The sweet and musky scent of home: biogenic ethylene fine-tunes seed germination in wetlands (Plant Biol.)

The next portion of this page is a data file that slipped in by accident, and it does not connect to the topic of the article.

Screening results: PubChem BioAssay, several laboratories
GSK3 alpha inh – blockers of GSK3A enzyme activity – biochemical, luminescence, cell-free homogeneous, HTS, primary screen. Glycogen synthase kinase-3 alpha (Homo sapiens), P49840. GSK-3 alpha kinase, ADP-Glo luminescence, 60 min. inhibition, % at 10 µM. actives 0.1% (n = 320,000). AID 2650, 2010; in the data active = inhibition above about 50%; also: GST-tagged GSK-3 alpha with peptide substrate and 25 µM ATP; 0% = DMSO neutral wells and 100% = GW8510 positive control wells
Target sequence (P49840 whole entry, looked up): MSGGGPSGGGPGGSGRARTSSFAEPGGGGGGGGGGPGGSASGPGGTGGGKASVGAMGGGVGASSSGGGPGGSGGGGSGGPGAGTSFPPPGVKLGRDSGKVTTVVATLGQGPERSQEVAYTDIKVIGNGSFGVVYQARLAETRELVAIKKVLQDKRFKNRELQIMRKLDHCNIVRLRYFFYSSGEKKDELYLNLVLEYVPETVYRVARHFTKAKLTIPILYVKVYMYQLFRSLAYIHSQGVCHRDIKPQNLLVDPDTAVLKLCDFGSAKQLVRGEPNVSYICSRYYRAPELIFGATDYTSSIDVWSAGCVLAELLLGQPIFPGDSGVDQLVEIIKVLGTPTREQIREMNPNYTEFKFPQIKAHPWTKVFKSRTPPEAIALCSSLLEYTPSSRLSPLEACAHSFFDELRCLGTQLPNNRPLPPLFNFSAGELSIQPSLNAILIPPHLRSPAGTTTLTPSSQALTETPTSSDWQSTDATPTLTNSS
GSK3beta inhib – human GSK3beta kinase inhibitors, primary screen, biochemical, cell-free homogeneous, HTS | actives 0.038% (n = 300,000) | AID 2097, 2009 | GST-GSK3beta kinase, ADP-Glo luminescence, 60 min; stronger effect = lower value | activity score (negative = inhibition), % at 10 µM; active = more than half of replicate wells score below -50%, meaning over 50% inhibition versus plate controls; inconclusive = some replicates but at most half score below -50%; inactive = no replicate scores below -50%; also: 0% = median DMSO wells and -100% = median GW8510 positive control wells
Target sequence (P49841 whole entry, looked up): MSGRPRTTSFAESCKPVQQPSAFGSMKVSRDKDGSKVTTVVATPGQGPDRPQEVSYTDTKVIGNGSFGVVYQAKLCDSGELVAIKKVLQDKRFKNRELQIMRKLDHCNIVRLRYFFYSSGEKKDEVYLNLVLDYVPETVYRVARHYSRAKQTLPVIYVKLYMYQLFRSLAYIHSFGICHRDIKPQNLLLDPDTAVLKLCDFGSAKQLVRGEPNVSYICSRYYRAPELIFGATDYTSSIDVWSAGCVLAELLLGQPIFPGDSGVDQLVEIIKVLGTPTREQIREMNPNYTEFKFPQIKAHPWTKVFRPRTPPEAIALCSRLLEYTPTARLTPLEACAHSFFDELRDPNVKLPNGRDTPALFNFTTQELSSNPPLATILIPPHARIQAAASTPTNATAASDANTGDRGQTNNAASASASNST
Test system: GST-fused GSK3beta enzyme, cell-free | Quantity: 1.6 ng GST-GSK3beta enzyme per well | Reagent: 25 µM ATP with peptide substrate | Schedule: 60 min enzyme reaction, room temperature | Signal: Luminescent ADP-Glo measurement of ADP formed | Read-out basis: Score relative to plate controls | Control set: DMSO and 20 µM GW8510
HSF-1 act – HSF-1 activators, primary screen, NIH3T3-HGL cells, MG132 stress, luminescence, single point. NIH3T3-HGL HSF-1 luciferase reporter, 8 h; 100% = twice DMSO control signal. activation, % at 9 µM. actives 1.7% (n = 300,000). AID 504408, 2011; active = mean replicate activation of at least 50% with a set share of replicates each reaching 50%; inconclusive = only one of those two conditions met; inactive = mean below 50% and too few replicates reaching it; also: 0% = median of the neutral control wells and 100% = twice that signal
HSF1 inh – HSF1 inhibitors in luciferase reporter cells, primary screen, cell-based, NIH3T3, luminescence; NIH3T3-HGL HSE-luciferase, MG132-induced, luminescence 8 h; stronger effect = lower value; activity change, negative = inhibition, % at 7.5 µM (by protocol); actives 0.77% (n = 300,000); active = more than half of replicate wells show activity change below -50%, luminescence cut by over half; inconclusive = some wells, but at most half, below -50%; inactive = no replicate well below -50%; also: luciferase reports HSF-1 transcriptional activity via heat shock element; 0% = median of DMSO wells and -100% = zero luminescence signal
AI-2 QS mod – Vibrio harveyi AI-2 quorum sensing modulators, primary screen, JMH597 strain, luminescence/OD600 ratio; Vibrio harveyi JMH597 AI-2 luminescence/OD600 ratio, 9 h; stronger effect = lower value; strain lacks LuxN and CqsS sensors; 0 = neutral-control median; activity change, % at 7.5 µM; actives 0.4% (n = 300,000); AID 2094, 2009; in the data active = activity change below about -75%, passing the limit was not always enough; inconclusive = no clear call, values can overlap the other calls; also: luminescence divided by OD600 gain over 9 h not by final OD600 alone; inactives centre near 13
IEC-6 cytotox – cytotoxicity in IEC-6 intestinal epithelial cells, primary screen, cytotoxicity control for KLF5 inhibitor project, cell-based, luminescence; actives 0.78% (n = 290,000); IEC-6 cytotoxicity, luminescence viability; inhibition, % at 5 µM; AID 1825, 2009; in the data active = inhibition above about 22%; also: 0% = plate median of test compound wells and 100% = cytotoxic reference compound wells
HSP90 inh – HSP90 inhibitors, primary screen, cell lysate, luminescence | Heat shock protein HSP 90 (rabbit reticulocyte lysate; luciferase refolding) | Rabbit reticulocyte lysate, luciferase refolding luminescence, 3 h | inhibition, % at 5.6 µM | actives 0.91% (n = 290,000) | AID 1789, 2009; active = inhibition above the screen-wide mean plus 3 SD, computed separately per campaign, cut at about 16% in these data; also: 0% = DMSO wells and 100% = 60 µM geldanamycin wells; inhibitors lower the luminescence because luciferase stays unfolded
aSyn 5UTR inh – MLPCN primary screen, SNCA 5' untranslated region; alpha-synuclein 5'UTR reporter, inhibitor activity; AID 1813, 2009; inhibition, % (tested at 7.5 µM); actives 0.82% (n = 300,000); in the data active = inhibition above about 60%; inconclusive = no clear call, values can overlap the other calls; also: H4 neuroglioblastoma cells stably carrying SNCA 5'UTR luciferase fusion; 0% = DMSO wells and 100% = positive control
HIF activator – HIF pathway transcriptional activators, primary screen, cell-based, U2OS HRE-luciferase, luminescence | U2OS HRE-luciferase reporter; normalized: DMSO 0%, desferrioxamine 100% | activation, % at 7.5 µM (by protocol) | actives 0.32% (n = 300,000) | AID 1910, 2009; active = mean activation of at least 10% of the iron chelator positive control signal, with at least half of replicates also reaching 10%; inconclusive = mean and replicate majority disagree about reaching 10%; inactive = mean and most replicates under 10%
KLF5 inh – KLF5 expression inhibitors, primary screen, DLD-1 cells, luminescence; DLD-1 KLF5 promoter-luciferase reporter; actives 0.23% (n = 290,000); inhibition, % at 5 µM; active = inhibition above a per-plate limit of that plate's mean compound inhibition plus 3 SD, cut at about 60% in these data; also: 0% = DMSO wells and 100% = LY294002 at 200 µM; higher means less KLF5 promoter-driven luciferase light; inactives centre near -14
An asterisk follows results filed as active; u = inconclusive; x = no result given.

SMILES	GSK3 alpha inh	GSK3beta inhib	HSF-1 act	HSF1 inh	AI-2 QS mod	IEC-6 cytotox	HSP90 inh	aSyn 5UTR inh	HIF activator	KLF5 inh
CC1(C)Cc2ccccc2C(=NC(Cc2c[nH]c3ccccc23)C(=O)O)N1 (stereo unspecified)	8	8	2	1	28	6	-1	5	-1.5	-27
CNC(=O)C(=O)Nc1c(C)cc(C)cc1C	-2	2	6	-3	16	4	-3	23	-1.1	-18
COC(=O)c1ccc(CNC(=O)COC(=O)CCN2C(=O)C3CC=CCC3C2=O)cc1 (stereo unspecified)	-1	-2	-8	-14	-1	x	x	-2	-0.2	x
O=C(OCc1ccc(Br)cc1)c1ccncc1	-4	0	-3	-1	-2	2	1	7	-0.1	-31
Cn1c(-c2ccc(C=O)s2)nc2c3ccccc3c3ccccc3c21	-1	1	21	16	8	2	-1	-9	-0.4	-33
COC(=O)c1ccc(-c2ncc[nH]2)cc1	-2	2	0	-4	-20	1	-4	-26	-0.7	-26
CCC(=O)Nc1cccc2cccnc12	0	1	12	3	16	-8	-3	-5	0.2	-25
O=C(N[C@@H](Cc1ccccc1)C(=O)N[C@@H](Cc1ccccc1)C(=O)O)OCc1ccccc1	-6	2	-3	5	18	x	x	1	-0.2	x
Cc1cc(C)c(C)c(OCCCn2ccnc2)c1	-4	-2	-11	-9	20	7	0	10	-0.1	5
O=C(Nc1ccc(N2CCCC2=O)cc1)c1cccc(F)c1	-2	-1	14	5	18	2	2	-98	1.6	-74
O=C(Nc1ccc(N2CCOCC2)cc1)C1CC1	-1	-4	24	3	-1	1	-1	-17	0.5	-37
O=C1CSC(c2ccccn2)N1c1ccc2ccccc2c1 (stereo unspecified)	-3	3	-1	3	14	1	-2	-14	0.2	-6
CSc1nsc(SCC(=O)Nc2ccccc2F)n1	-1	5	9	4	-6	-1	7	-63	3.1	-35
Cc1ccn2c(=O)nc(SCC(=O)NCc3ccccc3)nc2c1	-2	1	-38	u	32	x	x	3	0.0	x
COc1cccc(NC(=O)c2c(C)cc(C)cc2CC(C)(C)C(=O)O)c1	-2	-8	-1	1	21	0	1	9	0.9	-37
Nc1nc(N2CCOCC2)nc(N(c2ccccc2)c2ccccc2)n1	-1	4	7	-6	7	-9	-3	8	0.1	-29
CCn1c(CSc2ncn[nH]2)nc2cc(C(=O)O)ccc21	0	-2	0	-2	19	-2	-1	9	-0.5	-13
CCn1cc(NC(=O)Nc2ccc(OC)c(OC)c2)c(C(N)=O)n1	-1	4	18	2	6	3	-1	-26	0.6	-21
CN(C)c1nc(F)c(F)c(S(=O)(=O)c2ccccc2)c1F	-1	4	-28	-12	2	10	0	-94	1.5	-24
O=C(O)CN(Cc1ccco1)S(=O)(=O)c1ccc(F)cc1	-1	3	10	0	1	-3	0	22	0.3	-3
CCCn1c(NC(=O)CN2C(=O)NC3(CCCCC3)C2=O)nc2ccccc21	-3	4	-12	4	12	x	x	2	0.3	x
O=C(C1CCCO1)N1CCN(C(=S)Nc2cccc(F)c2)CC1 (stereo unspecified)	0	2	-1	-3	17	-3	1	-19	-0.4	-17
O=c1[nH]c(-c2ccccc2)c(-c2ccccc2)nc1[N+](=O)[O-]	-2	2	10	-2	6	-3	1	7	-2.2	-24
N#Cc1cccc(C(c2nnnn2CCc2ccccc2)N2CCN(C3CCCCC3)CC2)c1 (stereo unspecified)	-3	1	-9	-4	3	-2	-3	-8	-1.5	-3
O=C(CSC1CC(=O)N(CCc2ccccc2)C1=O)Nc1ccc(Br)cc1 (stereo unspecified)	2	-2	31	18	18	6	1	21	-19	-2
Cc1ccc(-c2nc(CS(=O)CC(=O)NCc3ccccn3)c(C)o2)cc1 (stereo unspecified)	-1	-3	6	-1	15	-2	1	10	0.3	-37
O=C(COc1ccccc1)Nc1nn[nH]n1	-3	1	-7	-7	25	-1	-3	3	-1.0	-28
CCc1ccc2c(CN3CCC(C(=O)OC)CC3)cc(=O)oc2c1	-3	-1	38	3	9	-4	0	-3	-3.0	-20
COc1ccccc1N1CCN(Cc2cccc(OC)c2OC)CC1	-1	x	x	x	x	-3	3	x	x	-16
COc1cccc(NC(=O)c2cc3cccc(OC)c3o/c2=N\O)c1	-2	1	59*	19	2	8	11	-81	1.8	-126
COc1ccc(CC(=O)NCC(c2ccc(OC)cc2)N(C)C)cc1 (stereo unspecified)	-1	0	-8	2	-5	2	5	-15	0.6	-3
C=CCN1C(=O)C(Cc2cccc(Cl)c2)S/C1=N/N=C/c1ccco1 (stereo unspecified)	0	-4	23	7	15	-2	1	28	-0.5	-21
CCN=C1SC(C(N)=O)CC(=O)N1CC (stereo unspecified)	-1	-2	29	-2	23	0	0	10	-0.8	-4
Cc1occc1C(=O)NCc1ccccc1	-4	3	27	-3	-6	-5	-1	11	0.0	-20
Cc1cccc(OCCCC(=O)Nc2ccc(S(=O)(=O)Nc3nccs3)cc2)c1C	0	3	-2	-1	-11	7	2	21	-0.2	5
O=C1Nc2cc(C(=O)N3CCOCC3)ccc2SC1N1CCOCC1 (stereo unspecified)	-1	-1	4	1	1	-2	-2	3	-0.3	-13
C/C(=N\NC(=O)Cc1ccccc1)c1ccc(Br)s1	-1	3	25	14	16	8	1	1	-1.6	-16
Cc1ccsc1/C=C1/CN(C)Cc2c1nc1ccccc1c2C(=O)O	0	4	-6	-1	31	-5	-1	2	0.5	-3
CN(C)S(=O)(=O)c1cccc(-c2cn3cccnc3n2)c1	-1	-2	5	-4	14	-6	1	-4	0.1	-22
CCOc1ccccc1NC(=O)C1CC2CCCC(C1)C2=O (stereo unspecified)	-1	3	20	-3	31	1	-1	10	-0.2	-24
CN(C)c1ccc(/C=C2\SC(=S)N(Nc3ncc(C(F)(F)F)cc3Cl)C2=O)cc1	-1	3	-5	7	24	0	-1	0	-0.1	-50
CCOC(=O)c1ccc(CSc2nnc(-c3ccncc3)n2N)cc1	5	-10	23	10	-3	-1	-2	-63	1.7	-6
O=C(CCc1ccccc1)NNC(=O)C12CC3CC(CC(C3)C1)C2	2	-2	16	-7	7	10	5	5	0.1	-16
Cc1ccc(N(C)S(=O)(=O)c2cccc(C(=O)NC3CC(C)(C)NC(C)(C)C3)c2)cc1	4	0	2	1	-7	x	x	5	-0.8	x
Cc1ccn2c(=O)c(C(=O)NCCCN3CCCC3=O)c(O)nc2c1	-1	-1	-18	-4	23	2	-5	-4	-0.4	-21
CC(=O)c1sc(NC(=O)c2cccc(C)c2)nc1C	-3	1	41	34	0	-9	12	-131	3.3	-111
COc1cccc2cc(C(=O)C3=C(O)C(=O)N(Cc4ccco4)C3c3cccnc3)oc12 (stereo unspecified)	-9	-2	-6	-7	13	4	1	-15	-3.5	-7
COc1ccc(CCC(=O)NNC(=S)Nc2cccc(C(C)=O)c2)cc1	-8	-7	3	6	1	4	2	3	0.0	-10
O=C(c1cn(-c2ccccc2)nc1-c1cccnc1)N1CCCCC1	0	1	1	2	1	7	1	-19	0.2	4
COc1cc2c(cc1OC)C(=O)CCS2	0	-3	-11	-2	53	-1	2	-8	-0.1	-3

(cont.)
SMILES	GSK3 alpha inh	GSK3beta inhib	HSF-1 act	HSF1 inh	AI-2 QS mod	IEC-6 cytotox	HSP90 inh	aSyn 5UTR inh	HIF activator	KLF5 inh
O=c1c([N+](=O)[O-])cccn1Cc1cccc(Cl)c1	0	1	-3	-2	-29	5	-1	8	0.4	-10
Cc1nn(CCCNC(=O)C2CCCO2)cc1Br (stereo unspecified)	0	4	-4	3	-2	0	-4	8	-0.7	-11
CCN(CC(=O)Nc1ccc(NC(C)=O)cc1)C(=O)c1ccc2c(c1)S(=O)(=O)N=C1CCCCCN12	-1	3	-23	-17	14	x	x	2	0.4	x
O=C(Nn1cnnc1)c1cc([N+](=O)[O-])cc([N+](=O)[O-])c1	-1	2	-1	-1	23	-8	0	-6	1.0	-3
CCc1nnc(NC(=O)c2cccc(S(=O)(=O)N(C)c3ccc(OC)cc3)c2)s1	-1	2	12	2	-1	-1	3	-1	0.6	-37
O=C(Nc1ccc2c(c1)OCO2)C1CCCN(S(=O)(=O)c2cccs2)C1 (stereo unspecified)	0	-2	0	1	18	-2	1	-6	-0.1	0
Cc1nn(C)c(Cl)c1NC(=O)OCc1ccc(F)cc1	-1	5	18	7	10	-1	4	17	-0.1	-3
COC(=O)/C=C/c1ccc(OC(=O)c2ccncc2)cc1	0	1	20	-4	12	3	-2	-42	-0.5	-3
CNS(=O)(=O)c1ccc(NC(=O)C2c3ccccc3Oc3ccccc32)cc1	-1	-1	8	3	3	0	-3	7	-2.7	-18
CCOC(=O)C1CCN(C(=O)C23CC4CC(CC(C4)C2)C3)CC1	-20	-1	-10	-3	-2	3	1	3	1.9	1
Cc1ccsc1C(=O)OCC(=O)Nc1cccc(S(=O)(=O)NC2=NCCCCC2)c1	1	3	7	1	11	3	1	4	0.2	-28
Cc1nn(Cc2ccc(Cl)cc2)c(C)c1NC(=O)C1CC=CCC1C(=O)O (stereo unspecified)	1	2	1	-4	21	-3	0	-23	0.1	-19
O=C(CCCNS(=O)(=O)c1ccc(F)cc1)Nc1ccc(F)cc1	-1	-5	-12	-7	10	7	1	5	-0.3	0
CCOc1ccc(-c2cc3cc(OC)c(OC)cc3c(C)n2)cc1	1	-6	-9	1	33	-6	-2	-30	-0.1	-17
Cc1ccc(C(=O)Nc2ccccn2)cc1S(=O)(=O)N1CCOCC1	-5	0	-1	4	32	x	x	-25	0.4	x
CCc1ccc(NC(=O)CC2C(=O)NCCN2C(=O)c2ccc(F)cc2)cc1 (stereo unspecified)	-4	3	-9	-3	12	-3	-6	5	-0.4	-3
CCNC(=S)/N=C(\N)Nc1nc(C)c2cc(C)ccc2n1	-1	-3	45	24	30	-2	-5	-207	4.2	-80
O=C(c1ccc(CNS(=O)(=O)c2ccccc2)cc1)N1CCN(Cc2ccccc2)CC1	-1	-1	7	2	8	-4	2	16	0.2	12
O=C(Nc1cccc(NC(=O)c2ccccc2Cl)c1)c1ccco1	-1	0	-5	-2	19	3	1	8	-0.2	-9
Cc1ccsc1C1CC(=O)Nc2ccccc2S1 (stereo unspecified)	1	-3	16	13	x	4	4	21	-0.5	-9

Light, temperature, substrate moisture and oxygen availability are renowned germination triggers for wetland species. However, wetlands sediments are a significant source of gases that might shape the species germination behavior, such as ethylene –a renowned germination promoter. Still, little is known about how this gas interacts with other biotic and abiotic factors, limiting our knowledge about its ecological relevance. Here, Phartyal and colleagues assessed the effect of ethylene on the germination of six wetland species and its interaction with dormancy and other germination triggers. Ethylene was ineffective in breaking the dormancy of these species. Still, it accelerated the germination of non-dormant seeds and increased it in light, temperature and oxygen conditions that otherwise were suboptimal. Since ethylene concentration varies according to seasonal fluctuations in water level, the concentration of this compound acts as a flooding-sensing mechanism that helps seeds synchronize germination with ideal conditions for seedling establishment. Therefore, this research provides an exciting starting point for future studies about the effect of this gas on the germination ecology of wetland species. (Summary by Carlos A. Ordóñez-Parra @caordonezparra) Plant Biol. 10.1111/plb.13385